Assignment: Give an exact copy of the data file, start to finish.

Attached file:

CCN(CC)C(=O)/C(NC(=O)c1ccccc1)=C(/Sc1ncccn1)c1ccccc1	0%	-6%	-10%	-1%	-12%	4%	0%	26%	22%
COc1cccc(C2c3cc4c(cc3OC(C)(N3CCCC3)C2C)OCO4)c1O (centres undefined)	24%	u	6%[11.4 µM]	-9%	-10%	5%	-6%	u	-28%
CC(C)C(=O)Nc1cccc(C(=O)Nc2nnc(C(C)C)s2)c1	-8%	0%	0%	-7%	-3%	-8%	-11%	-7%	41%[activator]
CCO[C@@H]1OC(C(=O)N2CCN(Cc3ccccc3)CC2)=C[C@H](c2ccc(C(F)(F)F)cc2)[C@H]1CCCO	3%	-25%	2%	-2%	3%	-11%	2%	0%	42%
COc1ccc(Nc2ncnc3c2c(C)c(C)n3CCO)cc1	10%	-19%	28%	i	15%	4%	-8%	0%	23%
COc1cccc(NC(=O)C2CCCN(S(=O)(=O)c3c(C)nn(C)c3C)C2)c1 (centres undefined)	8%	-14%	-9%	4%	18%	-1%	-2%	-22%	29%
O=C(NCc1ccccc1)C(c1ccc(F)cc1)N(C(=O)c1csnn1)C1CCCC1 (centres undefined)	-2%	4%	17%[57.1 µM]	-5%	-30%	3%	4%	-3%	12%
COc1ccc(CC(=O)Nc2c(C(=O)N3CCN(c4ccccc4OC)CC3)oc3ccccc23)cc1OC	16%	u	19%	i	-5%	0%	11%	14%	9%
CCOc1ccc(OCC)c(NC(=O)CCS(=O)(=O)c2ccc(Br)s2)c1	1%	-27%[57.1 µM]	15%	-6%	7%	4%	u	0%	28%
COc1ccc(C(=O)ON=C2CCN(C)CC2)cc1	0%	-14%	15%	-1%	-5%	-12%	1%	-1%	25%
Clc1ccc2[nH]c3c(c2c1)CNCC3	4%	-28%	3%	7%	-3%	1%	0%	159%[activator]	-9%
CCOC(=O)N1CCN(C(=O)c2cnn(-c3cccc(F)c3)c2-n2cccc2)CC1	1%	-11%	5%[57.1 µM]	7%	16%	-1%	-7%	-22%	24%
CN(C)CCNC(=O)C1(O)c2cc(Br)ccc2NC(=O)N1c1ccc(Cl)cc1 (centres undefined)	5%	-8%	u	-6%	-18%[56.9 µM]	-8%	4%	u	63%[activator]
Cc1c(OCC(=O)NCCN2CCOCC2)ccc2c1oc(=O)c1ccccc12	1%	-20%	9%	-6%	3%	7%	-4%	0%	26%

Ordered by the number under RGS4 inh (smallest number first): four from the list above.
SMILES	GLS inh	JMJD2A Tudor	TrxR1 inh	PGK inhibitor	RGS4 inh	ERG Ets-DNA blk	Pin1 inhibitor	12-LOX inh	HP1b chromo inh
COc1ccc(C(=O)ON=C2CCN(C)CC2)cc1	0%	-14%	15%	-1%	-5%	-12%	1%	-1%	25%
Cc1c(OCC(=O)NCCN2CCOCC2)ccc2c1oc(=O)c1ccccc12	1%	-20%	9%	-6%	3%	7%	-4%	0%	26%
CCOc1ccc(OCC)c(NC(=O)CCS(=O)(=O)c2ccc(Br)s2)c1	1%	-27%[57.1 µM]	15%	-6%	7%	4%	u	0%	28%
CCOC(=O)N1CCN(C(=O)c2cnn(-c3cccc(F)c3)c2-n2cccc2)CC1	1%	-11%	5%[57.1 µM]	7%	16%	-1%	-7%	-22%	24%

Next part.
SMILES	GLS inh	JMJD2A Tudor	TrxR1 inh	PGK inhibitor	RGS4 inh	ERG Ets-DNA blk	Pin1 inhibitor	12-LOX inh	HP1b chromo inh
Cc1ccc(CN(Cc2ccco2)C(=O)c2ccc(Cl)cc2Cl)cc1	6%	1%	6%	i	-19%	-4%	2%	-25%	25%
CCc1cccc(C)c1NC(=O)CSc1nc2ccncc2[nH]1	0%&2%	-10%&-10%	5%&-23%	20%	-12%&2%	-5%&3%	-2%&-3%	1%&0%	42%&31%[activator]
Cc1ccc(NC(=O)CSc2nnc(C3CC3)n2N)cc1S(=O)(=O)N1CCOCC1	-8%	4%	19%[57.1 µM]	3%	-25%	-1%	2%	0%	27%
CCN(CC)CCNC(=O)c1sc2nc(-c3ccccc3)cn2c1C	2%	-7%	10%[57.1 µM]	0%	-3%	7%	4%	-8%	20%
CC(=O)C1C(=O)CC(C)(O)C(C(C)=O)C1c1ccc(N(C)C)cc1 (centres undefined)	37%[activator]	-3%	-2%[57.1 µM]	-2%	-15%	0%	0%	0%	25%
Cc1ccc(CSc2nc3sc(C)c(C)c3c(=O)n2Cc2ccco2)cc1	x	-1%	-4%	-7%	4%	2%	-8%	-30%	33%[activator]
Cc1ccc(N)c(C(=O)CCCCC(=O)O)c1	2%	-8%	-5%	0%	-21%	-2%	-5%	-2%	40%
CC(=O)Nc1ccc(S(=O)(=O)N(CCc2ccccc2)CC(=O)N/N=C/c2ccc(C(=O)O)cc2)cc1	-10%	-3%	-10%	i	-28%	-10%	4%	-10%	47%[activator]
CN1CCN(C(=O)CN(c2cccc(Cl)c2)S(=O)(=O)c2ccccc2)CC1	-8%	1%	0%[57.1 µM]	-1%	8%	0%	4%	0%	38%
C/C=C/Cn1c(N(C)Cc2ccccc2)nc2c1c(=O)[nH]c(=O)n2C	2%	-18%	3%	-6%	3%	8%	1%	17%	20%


CCN(CC)C(=O)/C(NC(=O)c1ccccc1)=C(/Sc1ncccn1)c1ccccc1	0%	-6%	-10%	-1%	-12%	4%	0%	26%	22%
COc1cccc(C2c3cc4c(cc3OC(C)(N3CCCC3)C2C)OCO4)c1O (centres undefined)	24%	u	6%[11.4 µM]	-9%	-10%	5%	-6%	u	-28%
CC(C)C(=O)Nc1cccc(C(=O)Nc2nnc(C(C)C)s2)c1	-8%	0%	0%	-7%	-3%	-8%	-11%	-7%	41%[activator]
CCO[C@@H]1OC(C(=O)N2CCN(Cc3ccccc3)CC2)=C[C@H](c2ccc(C(F)(F)F)cc2)[C@H]1CCCO	3%	-25%	2%	-2%	3%	-11%	2%	0%	42%
COc1ccc(Nc2ncnc3c2c(C)c(C)n3CCO)cc1	10%	-19%	28%	i	15%	4%	-8%	0%	23%
COc1cccc(NC(=O)C2CCCN(S(=O)(=O)c3c(C)nn(C)c3C)C2)c1 (centres undefined)	8%	-14%	-9%	4%	18%	-1%	-2%	-22%	29%
O=C(NCc1ccccc1)C(c1ccc(F)cc1)N(C(=O)c1csnn1)C1CCCC1 (centres undefined)	-2%	4%	17%[57.1 µM]	-5%	-30%	3%	4%	-3%	12%
COc1ccc(CC(=O)Nc2c(C(=O)N3CCN(c4ccccc4OC)CC3)oc3ccccc23)cc1OC	16%	u	19%	i	-5%	0%	11%	14%	9%
CCOc1ccc(OCC)c(NC(=O)CCS(=O)(=O)c2ccc(Br)s2)c1	1%	-27%[57.1 µM]	15%	-6%	7%	4%	u	0%	28%
COc1ccc(C(=O)ON=C2CCN(C)CC2)cc1	0%	-14%	15%	-1%	-5%	-12%	1%	-1%	25%
Clc1ccc2[nH]c3c(c2c1)CNCC3	4%	-28%	3%	7%	-3%	1%	0%	159%[activator]	-9%
CCOC(=O)N1CCN(C(=O)c2cnn(-c3cccc(F)c3)c2-n2cccc2)CC1	1%	-11%	5%[57.1 µM]	7%	16%	-1%	-7%	-22%	24%
CN(C)CCNC(=O)C1(O)c2cc(Br)ccc2NC(=O)N1c1ccc(Cl)cc1 (centres undefined)	5%	-8%	u	-6%	-18%[56.9 µM]	-8%	4%	u	63%[activator]
Cc1c(OCC(=O)NCCN2CCOCC2)ccc2c1oc(=O)c1ccccc12	1%	-20%	9%	-6%	3%	7%	-4%	0%	26%

Ordered by the number under RGS4 inh (smallest number first): four from the list above.
SMILES	GLS inh	JMJD2A Tudor	TrxR1 inh	PGK inhibitor	RGS4 inh	ERG Ets-DNA blk	Pin1 inhibitor	12-LOX inh	HP1b chromo inh
COc1ccc(C(=O)ON=C2CCN(C)CC2)cc1	0%	-14%	15%	-1%	-5%	-12%	1%	-1%	25%
Cc1c(OCC(=O)NCCN2CCOCC2)ccc2c1oc(=O)c1ccccc12	1%	-20%	9%	-6%	3%	7%	-4%	0%	26%
CCOc1ccc(OCC)c(NC(=O)CCS(=O)(=O)c2ccc(Br)s2)c1	1%	-27%[57.1 µM]	15%	-6%	7%	4%	u	0%	28%
CCOC(=O)N1CCN(C(=O)c2cnn(-c3cccc(F)c3)c2-n2cccc2)CC1	1%	-11%	5%[57.1 µM]	7%	16%	-1%	-7%	-22%	24%

Next part.
SMILES	GLS inh	JMJD2A Tudor	TrxR1 inh	PGK inhibitor	RGS4 inh	ERG Ets-DNA blk	Pin1 inhibitor	12-LOX inh	HP1b chromo inh
Cc1ccc(CN(Cc2ccco2)C(=O)c2ccc(Cl)cc2Cl)cc1	6%	1%	6%	i	-19%	-4%	2%	-25%	25%
CCc1cccc(C)c1NC(=O)CSc1nc2ccncc2[nH]1	0%&2%	-10%&-10%	5%&-23%	20%	-12%&2%	-5%&3%	-2%&-3%	1%&0%	42%&31%[activator]
Cc1ccc(NC(=O)CSc2nnc(C3CC3)n2N)cc1S(=O)(=O)N1CCOCC1	-8%	4%	19%[57.1 µM]	3%	-25%	-1%	2%	0%	27%
CCN(CC)CCNC(=O)c1sc2nc(-c3ccccc3)cn2c1C	2%	-7%	10%[57.1 µM]	0%	-3%	7%	4%	-8%	20%
CC(=O)C1C(=O)CC(C)(O)C(C(C)=O)C1c1ccc(N(C)C)cc1 (centres undefined)	37%[activator]	-3%	-2%[57.1 µM]	-2%	-15%	0%	0%	0%	25%
Cc1ccc(CSc2nc3sc(C)c(C)c3c(=O)n2Cc2ccco2)cc1	x	-1%	-4%	-7%	4%	2%	-8%	-30%	33%[activator]
Cc1ccc(N)c(C(=O)CCCCC(=O)O)c1	2%	-8%	-5%	0%	-21%	-2%	-5%	-2%	40%
CC(=O)Nc1ccc(S(=O)(=O)N(CCc2ccccc2)CC(=O)N/N=C/c2ccc(C(=O)O)cc2)cc1	-10%	-3%	-10%	i	-28%	-10%	4%	-10%	47%[activator]
CN1CCN(C(=O)CN(c2cccc(Cl)c2)S(=O)(=O)c2ccccc2)CC1	-8%	1%	0%[57.1 µM]	-1%	8%	0%	4%	0%	38%
C/C=C/Cn1c(N(C)Cc2ccccc2)nc2c1c(=O)[nH]c(=O)n2C	2%	-18%	3%	-6%	3%	8%	1%	17%	20%